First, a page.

A Former General Secretary of the Christian Council of Ghana, Reverend Dr Kwabena Opuni-Frimpong, has expressed concern about the country’s commitment to eradicate corruption, saying governments over the period have not shown enough commitment.
He said the continuous politicisation of issues on corruption on all sides of the political divide had made it virtually impossible to eliminate the canker.
In an interview with the Daily Graphic, he said governments and politicians needed to make conscious efforts to punish their own people who engaged in corrupt acts.
Rev. Dr Opuni-Frimpong, who is also a Lecturer at the Department of Religious Studies of the Kwame Nkrumah University of Science and Technology (KNUST), said one of the current government’s key campaign messages during the 2016 election campaign was to fight corruption when voted into power, however, much seemed not to have been done to improve the situation since their tenure.
“It is very disheartening the things you wake up to hear about corrupt acts some government and public officials were engaged in and they clearly show that we are not serious as a country to fight corruption,” he stressed.
He said politicians had politicised the fight against corruption and so when one party was in opposition, it was considered a saint or an angel but immediately they took power, they were classified as corrupt.
That approach, he said, showed that the country was not serious in dealing with corruption.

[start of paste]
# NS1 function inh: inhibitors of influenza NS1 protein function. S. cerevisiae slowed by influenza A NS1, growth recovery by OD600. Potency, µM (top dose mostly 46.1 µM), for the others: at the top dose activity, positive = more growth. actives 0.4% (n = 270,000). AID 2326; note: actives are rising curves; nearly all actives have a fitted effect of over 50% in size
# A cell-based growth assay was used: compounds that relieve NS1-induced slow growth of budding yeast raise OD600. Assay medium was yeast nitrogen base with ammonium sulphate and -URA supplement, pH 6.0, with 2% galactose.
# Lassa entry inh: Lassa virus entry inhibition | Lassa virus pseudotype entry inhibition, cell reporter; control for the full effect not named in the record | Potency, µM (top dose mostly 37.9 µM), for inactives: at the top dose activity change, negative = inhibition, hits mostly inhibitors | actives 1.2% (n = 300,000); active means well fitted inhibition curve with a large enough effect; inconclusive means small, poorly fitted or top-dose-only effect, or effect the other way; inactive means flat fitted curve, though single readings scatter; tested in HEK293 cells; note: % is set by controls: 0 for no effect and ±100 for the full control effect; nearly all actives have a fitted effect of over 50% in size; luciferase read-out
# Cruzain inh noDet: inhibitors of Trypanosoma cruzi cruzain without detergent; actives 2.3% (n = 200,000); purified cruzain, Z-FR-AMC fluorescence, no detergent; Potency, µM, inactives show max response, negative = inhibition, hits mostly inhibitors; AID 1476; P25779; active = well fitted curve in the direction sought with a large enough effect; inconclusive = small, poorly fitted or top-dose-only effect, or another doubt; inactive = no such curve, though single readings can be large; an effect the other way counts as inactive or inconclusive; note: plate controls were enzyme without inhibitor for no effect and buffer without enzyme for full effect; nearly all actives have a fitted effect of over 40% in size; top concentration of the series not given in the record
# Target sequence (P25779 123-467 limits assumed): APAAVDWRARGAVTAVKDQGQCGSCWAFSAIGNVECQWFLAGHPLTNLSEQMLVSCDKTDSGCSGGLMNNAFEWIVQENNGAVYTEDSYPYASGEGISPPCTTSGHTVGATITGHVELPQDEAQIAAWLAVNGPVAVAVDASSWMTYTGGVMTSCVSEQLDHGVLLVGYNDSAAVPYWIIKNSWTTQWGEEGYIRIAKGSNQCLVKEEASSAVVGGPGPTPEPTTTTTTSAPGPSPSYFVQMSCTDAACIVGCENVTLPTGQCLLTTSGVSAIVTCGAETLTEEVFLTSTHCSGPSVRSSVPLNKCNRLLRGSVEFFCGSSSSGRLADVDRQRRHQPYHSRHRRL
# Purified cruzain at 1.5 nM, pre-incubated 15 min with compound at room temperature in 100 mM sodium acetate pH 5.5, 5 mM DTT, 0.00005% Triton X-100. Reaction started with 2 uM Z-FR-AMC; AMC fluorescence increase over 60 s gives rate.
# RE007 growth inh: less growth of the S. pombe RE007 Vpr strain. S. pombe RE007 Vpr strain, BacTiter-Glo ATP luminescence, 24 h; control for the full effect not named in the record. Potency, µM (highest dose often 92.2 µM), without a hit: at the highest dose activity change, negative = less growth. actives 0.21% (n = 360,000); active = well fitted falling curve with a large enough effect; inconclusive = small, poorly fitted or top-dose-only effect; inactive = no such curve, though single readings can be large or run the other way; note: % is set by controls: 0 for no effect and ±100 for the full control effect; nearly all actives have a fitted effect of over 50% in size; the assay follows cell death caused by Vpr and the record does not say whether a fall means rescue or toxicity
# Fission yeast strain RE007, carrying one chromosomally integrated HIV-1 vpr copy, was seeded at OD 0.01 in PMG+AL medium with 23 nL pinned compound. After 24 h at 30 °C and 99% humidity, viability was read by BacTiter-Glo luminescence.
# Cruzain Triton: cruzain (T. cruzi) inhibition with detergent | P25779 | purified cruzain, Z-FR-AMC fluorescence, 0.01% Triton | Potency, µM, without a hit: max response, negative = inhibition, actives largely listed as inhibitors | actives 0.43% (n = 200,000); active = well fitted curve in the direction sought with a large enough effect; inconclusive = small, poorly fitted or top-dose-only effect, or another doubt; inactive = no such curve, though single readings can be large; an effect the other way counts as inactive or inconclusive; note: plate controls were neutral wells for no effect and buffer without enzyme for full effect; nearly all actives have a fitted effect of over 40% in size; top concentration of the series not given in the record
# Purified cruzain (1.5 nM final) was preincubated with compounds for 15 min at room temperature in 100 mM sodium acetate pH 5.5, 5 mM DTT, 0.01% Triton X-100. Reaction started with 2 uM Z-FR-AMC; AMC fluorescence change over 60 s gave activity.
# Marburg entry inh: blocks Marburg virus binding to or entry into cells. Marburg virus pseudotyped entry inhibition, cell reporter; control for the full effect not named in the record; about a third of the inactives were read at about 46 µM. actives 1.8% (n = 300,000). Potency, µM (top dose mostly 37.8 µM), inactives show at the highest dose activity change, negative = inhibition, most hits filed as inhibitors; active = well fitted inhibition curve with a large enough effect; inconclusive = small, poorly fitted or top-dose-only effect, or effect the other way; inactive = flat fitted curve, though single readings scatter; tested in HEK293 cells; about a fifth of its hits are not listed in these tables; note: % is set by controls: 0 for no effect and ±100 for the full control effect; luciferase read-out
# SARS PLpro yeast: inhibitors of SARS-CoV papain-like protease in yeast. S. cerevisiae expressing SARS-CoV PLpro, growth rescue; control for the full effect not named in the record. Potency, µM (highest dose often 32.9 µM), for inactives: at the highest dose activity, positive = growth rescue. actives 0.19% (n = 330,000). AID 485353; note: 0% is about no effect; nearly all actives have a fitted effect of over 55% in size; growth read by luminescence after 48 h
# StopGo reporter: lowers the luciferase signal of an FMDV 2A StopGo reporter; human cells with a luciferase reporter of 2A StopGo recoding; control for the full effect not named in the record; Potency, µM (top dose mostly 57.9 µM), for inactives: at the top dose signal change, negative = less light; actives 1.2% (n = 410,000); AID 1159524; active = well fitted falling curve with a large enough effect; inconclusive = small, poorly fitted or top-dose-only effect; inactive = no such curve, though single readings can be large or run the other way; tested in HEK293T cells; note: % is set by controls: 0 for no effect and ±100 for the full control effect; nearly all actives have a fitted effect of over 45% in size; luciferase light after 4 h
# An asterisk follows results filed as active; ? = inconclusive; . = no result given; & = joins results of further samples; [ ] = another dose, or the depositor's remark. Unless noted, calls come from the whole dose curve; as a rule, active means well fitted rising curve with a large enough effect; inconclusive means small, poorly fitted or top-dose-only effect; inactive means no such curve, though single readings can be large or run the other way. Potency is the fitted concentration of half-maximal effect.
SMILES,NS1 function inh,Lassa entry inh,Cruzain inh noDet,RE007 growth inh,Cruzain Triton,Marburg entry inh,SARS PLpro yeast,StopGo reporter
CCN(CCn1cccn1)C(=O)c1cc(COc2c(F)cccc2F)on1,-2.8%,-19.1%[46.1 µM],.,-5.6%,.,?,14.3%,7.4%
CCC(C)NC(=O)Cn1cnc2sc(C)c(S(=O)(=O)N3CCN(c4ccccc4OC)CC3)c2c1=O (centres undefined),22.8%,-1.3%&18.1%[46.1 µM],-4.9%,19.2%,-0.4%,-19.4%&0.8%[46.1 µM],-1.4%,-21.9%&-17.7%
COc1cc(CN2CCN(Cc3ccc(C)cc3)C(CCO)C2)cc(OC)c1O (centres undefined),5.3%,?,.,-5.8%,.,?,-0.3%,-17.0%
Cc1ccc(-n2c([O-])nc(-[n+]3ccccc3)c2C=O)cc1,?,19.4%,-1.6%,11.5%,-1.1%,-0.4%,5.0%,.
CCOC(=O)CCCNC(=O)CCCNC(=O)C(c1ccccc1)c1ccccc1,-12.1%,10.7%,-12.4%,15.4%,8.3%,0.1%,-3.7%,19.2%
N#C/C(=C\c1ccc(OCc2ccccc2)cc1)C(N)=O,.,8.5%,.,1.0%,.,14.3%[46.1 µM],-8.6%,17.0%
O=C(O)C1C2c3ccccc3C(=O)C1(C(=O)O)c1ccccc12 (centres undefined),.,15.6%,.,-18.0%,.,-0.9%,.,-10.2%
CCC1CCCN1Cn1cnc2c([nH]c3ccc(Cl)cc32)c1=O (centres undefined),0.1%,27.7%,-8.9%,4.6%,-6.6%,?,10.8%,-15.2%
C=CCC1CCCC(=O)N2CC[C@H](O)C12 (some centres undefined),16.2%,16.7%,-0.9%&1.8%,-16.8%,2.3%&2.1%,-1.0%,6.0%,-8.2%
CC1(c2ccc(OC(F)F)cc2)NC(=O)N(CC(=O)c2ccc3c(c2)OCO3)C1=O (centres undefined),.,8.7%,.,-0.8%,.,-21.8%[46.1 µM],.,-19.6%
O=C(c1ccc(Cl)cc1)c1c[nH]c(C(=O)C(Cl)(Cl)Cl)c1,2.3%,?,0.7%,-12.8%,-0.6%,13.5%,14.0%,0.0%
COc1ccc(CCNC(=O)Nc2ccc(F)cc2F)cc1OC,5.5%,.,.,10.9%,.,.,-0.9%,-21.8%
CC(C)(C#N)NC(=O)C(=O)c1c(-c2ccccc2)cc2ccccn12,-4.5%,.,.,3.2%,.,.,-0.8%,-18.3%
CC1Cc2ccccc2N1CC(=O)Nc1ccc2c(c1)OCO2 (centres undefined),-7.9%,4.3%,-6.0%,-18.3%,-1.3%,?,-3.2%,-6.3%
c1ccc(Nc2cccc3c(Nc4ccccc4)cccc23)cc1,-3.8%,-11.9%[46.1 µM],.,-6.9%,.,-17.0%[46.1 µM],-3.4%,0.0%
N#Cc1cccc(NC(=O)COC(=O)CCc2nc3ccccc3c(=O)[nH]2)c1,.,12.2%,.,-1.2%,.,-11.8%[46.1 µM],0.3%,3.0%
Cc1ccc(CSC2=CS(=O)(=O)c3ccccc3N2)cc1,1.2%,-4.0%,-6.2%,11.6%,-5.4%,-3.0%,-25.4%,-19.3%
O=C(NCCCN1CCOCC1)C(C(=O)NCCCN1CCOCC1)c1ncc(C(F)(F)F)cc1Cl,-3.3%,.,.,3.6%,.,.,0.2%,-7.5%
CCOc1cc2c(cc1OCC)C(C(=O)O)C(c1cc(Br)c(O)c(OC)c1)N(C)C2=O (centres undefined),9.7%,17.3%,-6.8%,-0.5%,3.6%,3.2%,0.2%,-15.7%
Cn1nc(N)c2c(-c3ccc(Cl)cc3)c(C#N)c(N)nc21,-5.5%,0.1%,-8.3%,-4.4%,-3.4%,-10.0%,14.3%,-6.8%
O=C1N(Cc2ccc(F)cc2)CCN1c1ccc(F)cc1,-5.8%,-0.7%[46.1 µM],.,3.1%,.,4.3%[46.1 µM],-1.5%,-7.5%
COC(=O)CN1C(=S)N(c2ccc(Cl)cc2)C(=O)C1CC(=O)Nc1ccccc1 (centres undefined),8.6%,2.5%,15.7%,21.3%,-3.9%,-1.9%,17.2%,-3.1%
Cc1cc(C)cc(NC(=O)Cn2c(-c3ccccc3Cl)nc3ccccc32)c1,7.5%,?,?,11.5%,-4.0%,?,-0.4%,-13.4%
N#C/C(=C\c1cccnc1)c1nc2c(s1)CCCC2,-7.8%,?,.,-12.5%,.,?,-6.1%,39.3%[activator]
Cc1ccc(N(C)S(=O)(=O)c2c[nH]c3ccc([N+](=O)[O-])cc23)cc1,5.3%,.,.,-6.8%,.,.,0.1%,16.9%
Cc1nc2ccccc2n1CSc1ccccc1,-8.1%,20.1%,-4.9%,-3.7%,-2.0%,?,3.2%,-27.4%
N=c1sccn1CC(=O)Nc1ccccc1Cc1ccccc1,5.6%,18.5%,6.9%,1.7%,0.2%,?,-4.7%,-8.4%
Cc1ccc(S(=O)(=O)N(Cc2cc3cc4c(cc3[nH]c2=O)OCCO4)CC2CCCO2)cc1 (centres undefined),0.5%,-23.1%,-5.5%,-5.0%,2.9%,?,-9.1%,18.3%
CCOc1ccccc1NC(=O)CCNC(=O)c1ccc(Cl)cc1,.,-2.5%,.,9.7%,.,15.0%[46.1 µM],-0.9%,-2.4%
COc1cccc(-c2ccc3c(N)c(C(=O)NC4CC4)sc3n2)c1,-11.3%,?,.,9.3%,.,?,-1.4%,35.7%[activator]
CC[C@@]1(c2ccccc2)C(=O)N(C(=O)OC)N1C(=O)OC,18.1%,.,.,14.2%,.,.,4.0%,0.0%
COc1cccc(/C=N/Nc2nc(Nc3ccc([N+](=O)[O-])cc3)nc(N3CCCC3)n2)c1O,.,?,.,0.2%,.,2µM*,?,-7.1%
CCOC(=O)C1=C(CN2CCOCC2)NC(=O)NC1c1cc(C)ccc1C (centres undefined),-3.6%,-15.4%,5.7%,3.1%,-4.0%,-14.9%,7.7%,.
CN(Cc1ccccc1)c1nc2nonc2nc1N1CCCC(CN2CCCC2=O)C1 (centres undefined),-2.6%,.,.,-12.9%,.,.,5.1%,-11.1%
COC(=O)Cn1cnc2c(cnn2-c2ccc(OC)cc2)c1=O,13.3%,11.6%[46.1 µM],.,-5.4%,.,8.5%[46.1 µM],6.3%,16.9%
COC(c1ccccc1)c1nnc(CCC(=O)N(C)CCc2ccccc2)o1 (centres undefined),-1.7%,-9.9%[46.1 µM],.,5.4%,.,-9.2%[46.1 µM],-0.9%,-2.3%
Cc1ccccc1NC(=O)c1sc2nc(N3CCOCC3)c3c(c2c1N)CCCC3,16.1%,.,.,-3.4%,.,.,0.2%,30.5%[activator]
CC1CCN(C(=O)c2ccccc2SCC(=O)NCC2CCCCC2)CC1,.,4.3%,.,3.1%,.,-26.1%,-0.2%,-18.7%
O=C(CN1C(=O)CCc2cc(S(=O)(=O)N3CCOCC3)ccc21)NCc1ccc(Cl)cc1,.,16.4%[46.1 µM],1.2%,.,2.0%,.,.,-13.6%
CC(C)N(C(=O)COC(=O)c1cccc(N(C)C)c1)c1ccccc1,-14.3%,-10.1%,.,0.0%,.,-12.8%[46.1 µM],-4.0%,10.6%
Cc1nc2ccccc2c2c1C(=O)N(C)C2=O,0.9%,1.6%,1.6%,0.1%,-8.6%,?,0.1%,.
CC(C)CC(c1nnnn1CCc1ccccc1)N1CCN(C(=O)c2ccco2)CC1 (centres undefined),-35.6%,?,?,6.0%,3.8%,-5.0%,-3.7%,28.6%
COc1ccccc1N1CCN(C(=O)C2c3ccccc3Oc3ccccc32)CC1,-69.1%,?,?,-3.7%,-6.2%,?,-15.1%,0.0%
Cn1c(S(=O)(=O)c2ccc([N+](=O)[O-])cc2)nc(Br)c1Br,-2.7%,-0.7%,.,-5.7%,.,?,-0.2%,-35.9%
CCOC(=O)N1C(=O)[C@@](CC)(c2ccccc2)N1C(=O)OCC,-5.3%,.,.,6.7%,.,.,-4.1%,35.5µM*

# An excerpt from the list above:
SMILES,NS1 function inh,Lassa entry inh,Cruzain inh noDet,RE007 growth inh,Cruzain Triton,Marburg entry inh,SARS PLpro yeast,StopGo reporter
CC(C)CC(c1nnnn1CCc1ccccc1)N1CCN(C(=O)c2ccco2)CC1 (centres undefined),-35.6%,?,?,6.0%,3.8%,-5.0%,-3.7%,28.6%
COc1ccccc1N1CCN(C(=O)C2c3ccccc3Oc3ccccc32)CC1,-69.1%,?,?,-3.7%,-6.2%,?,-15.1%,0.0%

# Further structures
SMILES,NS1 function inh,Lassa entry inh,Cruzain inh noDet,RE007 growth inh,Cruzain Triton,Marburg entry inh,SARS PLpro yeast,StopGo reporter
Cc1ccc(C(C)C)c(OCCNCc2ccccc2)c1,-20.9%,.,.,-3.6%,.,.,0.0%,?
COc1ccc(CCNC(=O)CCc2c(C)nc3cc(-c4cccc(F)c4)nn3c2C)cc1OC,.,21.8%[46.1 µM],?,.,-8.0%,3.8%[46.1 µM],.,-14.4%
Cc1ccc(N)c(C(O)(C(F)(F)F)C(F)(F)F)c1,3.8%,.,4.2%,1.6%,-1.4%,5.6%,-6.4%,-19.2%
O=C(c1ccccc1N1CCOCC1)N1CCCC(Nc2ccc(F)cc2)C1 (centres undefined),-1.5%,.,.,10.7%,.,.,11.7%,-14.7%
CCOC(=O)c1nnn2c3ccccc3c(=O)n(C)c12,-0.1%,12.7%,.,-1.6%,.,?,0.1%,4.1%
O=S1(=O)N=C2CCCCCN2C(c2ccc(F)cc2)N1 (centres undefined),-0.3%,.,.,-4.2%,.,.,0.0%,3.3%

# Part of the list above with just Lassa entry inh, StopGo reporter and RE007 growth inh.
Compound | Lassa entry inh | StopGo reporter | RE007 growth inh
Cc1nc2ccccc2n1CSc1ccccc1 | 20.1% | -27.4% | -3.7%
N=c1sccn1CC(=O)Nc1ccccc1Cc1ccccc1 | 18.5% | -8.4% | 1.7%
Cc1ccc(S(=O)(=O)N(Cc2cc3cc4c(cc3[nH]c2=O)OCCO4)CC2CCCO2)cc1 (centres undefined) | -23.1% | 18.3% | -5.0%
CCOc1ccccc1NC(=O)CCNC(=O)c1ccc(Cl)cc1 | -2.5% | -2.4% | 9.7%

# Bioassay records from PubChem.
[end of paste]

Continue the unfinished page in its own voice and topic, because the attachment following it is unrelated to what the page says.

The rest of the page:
“We need the politicians and the government to punish their own when they engage in corrupt deeds. The government and politicians must deal with their appointees and members who loot the nation’s coffers,” he said.
He expressed concern about how Ghanaians were glorifying politicians and government appointees who were looting the country’s resources, yet petty thieves who stole goats and sheep were thrown into jail.
Rev. Dr Opuni-Frimpong said the country had enough laws to punish corrupt officials who were frustrating the country’s resources to the disadvantage of the ordinary person.
He explained that the act of corruption promoted inequity and inequality, leaving the ordinary person vulnerable.
“The act of corruption means people being denied the right to better health care, education, potable water, improved sanitation, energy, among other basic amenities.
The former General Secretary noted that the money that was supposed to be used to build and provide quality service for the benefit of the ordinary Ghanaian was being squandered by the few politicians.
“We need to honour honest labour and ask questions about people’s wealth, especially those ones that are very suspicious”, he said.